SA Airlink is headed to court to try to prevent R700 million of its cash from disappearing into the financial black hole of SAA’s finances.
Airlink, which employs 1 739 people, could be brought to its knees if it does not get its money back, the airline’s CEO Rodger Foster states in an affidavit before the Johannesburg High Court.
SA Airlink is asking the court to intervene on an urgent basis and grant an order forcing SAA’s business rescue practitioners to pay the money over immediately.
But for SAA, the payment of such a large sum could also be the final nail in the coffin, said Werner Human, the deputy CEO of trade union Solidarity, which is represented on the business rescue labour committee.
It is expected that the case will be heard by the court within the next two weeks.
The dispute relates to revenue from ticket sales concluded by SAA on behalf of SA Airlink – revenue which therefore does not belong to SAA, says Foster.
In a separate case, transport and logistics company Ziegler SA is applying to have SA Express placed in business rescue. An affidavit by the managing director of Ziegler reveals that SAA also owes state-owned SA Express R20 million for ticket sales.
SAA got some reprieve this week after the Development Bank of Southern Africa granted it a loan of R3.5 billion, of which R2 billion would be made available immediately.
Another amount of R2 billion in post-commencement finance, which a group of banks had made available to SAA in December, has ostensibly been used up already.
GOBBLING UP MONEY
Human said the rate at which Eskom was gobbling up money had accelerated dramatically since it was placed in business rescue on December 5. “Previously, the losses were between R5 billion and R6 billion a year. Since December, however, SAA has swallowed the R2 billion from the banks, and now it has an additional R3.5 billion. That is already R5.5 billion in less than two months,” he said.
Funders have lost any appetite to support SAA further, and it is now a day-to-day battle to keep the airline out of liquidation. Having to fork out R700 million could be the final straw, said Human. To make matters worse, ticket sales have apparently dried up. SAA cancelled more than 90 of its February flights on Thursday afternoon.
Business rescue usually protects companies against claims for debt incurred shortly before the company was placed in business rescue, but Airlink argues that this money is not really debt. It was always Airlink’s money for flights it operated independently; the tickets were merely sold by SAA as an agent of Airlink, argues Foster in court papers.
He explains that Airlink and SAA have been working in alliance with each other for decades to offer their travellers a more comprehensive service. This cooperation includes SAA selling tickets on behalf of Airlink on its computer systems, and collecting the money on Airlink’s behalf.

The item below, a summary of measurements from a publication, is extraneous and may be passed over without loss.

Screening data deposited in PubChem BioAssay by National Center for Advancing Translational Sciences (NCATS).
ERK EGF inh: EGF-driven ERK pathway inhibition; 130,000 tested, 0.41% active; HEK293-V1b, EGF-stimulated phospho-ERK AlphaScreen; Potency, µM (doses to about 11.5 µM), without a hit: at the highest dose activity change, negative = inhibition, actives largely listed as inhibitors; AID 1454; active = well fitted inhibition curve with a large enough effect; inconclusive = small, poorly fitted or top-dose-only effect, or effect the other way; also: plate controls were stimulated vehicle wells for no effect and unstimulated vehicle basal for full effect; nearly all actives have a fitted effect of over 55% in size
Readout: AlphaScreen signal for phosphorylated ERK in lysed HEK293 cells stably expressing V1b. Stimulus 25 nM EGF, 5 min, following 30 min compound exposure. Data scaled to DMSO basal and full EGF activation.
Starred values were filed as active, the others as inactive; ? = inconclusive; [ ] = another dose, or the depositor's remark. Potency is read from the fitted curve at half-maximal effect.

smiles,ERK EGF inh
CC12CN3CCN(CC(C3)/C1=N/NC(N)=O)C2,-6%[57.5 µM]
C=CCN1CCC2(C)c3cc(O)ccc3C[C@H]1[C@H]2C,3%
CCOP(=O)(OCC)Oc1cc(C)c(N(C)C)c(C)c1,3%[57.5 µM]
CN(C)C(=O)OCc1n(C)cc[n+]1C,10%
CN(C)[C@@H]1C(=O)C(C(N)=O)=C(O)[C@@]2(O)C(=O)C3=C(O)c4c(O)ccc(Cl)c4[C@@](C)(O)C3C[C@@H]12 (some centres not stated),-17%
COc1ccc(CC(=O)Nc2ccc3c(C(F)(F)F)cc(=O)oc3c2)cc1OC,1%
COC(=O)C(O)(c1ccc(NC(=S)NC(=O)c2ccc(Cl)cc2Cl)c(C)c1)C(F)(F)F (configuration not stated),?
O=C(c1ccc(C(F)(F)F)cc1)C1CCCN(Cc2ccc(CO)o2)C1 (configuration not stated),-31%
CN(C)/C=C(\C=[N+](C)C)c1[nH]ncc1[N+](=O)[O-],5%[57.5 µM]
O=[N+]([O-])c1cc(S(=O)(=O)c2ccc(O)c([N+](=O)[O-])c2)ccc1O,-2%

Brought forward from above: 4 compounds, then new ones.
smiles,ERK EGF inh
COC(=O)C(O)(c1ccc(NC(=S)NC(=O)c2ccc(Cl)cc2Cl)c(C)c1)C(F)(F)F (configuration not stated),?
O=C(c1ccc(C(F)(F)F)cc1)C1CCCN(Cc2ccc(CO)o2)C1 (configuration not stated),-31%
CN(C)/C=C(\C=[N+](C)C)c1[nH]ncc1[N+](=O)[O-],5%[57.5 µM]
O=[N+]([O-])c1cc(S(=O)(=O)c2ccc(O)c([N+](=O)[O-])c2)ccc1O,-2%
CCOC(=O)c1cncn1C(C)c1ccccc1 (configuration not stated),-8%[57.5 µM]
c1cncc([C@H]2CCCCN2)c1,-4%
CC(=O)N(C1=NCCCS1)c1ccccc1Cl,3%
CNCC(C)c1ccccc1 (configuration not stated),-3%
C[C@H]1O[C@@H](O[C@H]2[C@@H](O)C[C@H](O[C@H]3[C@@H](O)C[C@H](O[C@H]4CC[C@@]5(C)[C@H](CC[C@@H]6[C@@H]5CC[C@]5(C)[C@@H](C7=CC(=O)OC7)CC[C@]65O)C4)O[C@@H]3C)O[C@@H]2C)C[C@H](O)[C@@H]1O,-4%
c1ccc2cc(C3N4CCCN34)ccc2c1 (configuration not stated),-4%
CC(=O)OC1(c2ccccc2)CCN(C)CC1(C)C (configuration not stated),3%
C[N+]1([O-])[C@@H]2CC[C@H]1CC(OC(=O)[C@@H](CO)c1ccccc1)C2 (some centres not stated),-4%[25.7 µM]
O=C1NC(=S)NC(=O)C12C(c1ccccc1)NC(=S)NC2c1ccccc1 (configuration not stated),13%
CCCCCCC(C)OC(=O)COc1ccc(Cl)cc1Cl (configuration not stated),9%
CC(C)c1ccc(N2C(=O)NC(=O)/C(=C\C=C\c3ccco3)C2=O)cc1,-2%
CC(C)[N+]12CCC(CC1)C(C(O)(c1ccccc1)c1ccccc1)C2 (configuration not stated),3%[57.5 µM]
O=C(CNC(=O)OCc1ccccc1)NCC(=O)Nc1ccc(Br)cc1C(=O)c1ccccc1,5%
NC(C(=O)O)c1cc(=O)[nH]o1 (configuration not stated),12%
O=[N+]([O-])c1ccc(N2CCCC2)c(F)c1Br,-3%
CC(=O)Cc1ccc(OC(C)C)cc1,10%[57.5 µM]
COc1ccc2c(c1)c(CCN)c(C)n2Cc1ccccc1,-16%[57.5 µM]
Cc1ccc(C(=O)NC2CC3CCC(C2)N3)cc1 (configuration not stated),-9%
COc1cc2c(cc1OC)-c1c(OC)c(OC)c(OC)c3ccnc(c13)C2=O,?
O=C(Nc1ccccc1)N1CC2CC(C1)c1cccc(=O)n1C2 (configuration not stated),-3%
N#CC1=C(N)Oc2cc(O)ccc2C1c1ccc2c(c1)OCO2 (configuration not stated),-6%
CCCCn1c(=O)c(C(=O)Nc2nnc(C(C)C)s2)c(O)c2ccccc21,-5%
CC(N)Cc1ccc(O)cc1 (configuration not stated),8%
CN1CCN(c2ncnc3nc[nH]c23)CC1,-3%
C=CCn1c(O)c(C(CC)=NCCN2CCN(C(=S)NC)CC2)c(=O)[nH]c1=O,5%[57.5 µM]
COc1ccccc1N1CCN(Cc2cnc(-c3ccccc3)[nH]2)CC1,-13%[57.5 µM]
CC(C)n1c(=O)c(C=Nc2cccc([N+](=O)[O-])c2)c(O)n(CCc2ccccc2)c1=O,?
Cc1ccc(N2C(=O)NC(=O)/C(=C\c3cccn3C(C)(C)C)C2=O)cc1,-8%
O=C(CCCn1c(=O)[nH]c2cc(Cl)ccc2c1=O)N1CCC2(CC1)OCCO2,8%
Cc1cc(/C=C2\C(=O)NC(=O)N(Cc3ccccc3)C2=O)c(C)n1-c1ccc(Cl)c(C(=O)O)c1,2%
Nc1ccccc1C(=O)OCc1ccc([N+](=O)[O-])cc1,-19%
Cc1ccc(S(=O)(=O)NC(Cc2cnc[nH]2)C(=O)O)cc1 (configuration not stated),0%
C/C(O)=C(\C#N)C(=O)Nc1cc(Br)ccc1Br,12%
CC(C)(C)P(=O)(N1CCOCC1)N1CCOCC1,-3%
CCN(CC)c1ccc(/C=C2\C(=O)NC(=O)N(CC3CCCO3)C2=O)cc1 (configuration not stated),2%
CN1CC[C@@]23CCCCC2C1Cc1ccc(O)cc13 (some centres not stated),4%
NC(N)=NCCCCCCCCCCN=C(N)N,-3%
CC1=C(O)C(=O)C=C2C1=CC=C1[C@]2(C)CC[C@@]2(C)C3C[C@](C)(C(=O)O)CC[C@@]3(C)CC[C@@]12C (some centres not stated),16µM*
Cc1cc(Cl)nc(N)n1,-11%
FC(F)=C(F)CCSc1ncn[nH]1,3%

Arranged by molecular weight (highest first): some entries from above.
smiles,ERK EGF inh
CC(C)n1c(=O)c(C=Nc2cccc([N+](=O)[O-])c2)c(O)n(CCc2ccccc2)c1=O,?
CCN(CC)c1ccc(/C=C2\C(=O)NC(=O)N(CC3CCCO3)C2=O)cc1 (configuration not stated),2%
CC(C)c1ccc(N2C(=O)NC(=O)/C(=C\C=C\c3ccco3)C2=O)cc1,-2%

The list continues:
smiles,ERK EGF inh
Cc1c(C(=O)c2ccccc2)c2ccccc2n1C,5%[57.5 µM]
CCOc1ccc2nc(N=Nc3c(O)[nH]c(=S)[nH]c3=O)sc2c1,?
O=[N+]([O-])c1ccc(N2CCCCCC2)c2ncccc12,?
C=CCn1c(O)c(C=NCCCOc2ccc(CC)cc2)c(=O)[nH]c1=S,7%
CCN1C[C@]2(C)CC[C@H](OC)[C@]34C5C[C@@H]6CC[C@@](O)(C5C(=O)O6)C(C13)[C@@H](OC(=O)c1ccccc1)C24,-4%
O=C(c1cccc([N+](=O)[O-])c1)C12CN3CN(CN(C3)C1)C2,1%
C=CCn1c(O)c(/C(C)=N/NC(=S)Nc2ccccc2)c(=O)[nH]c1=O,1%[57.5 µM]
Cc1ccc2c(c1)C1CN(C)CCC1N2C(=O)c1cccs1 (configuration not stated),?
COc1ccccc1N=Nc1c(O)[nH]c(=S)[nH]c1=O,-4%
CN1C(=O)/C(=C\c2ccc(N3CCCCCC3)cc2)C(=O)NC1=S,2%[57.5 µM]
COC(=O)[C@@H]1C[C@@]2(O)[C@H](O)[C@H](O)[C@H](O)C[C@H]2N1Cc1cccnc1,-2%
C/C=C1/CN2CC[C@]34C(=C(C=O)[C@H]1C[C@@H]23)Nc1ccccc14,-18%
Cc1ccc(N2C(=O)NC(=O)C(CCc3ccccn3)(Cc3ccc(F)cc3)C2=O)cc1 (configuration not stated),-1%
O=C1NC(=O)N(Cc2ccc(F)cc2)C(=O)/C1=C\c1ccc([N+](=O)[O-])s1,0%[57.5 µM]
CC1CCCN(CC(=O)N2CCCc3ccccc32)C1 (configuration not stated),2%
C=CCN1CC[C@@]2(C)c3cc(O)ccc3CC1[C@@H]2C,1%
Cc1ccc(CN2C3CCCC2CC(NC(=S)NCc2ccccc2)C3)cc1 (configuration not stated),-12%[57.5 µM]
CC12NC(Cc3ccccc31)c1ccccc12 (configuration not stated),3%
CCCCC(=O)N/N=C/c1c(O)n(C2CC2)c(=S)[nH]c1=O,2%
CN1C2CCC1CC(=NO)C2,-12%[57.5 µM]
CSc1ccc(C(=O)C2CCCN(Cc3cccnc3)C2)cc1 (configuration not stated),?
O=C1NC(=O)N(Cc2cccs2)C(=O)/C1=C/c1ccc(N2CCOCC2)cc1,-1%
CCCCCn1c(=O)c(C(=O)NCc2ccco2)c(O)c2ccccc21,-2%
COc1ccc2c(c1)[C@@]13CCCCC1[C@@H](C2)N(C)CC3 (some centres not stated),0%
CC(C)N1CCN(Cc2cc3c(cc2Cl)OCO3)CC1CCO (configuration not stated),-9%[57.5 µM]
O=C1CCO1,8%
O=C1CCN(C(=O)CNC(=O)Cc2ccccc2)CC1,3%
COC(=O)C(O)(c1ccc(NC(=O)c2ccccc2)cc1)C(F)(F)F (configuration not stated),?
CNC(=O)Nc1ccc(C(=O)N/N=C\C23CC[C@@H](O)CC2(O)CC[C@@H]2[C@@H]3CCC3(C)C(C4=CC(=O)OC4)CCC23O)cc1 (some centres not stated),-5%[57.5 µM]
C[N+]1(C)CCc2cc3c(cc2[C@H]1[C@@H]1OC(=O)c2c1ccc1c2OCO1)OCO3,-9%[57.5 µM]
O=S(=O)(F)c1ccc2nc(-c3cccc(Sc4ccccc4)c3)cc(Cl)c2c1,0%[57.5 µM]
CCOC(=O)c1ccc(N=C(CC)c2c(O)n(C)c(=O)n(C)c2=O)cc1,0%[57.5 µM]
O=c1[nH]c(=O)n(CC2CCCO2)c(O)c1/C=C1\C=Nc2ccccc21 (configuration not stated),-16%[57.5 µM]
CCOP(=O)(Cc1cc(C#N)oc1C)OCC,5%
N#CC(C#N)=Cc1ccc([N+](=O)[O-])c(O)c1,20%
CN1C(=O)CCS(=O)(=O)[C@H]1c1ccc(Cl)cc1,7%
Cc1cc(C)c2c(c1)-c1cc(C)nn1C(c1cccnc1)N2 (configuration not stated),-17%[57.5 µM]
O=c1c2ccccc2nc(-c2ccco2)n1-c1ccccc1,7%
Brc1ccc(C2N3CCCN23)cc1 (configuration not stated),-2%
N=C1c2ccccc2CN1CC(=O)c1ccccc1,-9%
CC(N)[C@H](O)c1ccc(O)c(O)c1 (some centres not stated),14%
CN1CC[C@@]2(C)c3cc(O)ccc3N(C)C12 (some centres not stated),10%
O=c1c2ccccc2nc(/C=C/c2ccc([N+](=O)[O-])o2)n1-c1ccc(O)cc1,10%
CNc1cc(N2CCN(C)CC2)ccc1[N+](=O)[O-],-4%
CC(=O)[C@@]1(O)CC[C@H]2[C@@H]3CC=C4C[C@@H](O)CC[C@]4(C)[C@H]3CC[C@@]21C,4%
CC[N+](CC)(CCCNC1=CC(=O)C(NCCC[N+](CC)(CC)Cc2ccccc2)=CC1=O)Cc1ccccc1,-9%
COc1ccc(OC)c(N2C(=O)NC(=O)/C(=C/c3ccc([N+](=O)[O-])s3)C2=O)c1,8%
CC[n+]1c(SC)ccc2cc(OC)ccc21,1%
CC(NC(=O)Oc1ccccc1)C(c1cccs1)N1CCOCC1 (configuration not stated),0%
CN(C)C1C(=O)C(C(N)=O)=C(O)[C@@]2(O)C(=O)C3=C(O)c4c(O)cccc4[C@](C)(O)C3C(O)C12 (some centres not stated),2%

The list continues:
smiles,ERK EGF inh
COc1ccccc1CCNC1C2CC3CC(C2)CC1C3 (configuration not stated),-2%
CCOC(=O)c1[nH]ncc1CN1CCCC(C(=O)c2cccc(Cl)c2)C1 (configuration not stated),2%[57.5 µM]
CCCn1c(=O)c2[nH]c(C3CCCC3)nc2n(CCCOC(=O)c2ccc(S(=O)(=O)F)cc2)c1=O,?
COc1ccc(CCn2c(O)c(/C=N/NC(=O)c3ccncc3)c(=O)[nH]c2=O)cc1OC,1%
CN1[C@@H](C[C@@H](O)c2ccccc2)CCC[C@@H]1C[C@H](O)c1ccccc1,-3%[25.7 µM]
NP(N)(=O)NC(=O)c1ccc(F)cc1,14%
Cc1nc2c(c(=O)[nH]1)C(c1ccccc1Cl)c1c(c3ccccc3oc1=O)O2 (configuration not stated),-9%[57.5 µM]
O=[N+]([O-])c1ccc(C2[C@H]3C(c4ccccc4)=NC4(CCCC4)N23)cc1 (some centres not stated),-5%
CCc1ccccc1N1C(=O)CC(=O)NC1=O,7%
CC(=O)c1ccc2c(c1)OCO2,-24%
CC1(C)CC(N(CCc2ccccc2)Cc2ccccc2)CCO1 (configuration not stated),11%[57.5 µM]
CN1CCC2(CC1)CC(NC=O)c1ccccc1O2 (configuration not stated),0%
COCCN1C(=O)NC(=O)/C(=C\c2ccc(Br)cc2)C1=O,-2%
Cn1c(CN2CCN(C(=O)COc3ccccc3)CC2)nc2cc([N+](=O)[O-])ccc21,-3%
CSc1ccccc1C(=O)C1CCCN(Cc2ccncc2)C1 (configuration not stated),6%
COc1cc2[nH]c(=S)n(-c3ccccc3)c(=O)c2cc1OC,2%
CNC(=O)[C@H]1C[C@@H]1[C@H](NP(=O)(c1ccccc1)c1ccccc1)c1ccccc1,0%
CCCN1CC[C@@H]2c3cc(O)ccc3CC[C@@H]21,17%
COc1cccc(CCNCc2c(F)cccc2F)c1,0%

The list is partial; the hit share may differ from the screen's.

SAA also uses the International Air Transport Association’s payment system in the process.
The airline issues a monthly statement to Airlink and the money is then paid over to Airlink, after SAA’s own commission and certain other costs have been deducted.
In 2000, Airlink paid more than R34 million for a licence for the use of SAA’s intellectual property. Since then, SAA has earned about 1% commission on ticket sales.
In December, SAA issued the November statement, as is the normal practice. That was on December 6, the day after the airline went into business rescue.
But the date on which payment was due – December 10 – came and went, without Airlink seeing a cent of the more than R220 million it was owed. A further invoice SAA generated and issued on December 18, for related income, brought the total outstanding amount for November to R430 million.
For the first five days of December, before business rescue was announced, SAA owed Airlink a further R83 million, said Foster in his affidavit.
The business rescue practitioners agreed to make daily payments to Airlink from December 6, but this was only for “new” Airlink income. According to the practitioners, the amounts due from before business rescue are frozen, just like those owed to all other creditors.
According to Foster, SAA owes Airlink a further R201 million for tickets sold between July 2018 and November 2019, but not utilised. That brings Airlink’s total claim to more than R700 million.
The Companies Act provides for a general moratorium on litigation against companies in business rescue, unless the business rescue practitioners agree to it in writing.
SAA’s practitioners, Les Matuson and Siviwe Dongwana, did not respond to a formal request for written permission, Foster said, adding: “This position can’t be sustained for much longer.”
Airlink’s working capital can be depleted within six to eight weeks, which could jeopardise the airline’s operations.
Foster’s affidavit is dated January 16, which means he has estimated that funds could dry up from the end of February.
Matuson and Dongwana would not comment on the matter.
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